Exercise is like Mozart for the mind

Overwhelmed a constant plethora of tasks and responsibilities, many of us can be victims of our own intensity and self induced stress, often limiting our ability to think clearly. Without some external intervention or mustering of great will power, it may be difficult to unwind. Resist the most tempting recourse of heading to the local bar or pub for a couple rounds of beer. Instead, try putting on a pair of running shoes or hopping on my bike, knowing that overcoming that initial inertia will be rewarded with a satisfying runner’s or cyclist’s high.

However, there is more to this “high” than the endorphins. Exercise is known to reduce your brain’s reaction time, increase the flow of oxygenated blood to your brain, and stimulate growth of new brain cells. The brains of athletes of competitive team sports such as basketball, baseball, soccer, tennis, football that require dexterity and fine motor skills have been proven to have faster decision-making abilities and are more adept at finding solutions. Their athletic activities condition minds to be active and alert. Recent studies have shown that human cognition and brain function significantly improves with aerobic activity, both in practice (performance on verbal tests) and theory (amount of grey matter and neural growth in the brain). However, these benefits don’t come with all forms of exercise, since these improvements were not observed in study groups that performed only muscle building exercises, such as weight lifting, or stretching exercises. Scientists suspect that this is likely due to the dramatic increase in blood flow in the body that carries growth factors to areas like your brain. This suggests that exercises that improve aerobic capacity such as running, swimming, cycling, can make you smarter, or at the very least, help maintain your mental faculties.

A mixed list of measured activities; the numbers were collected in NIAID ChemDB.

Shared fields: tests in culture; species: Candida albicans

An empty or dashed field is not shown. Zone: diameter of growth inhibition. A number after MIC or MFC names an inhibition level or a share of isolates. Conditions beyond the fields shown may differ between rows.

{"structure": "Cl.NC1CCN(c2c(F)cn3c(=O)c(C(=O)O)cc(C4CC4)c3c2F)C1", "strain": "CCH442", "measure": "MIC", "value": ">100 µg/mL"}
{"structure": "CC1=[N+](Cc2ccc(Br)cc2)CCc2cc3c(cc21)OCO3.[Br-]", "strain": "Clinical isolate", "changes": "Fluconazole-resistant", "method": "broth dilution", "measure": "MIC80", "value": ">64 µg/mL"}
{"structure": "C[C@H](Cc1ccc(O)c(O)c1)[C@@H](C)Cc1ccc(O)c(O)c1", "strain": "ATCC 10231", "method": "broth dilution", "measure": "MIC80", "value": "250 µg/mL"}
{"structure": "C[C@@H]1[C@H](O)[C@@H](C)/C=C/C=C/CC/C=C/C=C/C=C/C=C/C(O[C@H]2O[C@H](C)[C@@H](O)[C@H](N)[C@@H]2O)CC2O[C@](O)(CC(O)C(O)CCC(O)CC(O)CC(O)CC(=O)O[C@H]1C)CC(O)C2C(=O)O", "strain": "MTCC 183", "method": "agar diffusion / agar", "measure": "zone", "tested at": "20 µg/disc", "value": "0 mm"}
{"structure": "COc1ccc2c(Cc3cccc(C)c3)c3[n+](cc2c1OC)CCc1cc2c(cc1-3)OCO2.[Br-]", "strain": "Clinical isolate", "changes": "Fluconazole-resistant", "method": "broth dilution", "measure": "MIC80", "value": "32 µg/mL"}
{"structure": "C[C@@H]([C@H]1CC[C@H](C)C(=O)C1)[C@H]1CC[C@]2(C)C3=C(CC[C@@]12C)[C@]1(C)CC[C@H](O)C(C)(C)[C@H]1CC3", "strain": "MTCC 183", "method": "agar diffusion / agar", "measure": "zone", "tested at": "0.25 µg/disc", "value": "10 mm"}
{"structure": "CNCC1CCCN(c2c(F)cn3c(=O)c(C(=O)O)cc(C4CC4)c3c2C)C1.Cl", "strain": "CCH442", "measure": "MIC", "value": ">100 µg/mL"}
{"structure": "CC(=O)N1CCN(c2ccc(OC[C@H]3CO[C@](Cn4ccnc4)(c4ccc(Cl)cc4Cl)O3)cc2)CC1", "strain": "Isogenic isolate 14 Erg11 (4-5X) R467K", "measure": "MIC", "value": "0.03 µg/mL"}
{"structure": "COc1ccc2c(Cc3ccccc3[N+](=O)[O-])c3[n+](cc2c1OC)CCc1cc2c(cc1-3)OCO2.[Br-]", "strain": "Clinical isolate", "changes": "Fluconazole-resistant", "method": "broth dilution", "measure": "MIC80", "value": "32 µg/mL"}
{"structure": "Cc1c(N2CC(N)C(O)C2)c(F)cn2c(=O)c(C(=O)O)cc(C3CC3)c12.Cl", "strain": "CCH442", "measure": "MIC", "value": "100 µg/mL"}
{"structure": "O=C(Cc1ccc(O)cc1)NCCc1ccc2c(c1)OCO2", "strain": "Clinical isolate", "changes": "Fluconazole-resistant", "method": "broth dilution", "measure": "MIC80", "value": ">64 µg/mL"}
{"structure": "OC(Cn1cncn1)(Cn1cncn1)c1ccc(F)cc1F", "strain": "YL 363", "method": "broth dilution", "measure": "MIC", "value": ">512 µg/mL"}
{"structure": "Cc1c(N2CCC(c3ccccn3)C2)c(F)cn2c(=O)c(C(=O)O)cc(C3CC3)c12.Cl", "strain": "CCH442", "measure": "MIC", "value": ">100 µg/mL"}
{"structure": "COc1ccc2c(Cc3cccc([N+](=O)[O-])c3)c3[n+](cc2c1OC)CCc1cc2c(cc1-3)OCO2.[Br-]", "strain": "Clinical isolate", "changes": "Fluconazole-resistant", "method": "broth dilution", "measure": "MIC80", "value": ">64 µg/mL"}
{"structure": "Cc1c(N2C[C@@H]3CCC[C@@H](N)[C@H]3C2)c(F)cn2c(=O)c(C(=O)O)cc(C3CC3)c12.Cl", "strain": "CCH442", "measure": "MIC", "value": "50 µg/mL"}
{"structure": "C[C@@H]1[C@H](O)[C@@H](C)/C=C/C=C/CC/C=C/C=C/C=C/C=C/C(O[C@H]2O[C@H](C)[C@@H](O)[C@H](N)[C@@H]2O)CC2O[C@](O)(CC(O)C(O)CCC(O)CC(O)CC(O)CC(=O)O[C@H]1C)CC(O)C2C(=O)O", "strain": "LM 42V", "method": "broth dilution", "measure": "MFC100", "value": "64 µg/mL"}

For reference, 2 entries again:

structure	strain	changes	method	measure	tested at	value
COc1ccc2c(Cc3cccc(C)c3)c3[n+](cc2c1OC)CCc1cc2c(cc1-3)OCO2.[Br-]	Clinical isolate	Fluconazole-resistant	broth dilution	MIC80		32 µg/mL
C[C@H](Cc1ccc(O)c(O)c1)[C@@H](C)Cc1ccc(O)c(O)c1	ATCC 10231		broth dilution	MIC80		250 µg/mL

About the Author

Grace is an avid cyclist, vocal proponent of walkable/bikeable communities, a budding news junkie, and a native Angelino. A neurotic workaholic by nature, she has learned to expend her tremendous nervous energy through exercise and outdoor recreation. She has developed the strong belief that health and happiness come from quality time spent with family and friends, in self reflection, and in connection with nature (to paraphrase Bill McKibben).

In acting on this realization, she has explored numerous trails in the San Gabriel Mountains of Southern California with friends and family, has spent endless hours in the good company of alder trees and ants, and has ruminated under the stars in the high sierras. A recent graduate of University of Cambridge, UK, Grace has also rambled across dewy verdure hills, amongst sheep and grazing cattle, and often pondered the discrepancies between the European and American lifestyles. Through these experiences, she has come to love and appreciate, over and over again, the importance—for cultivation of our minds, bodies, and even, spirit—of exploring and respecting nature’s “outdoor laboratories.”

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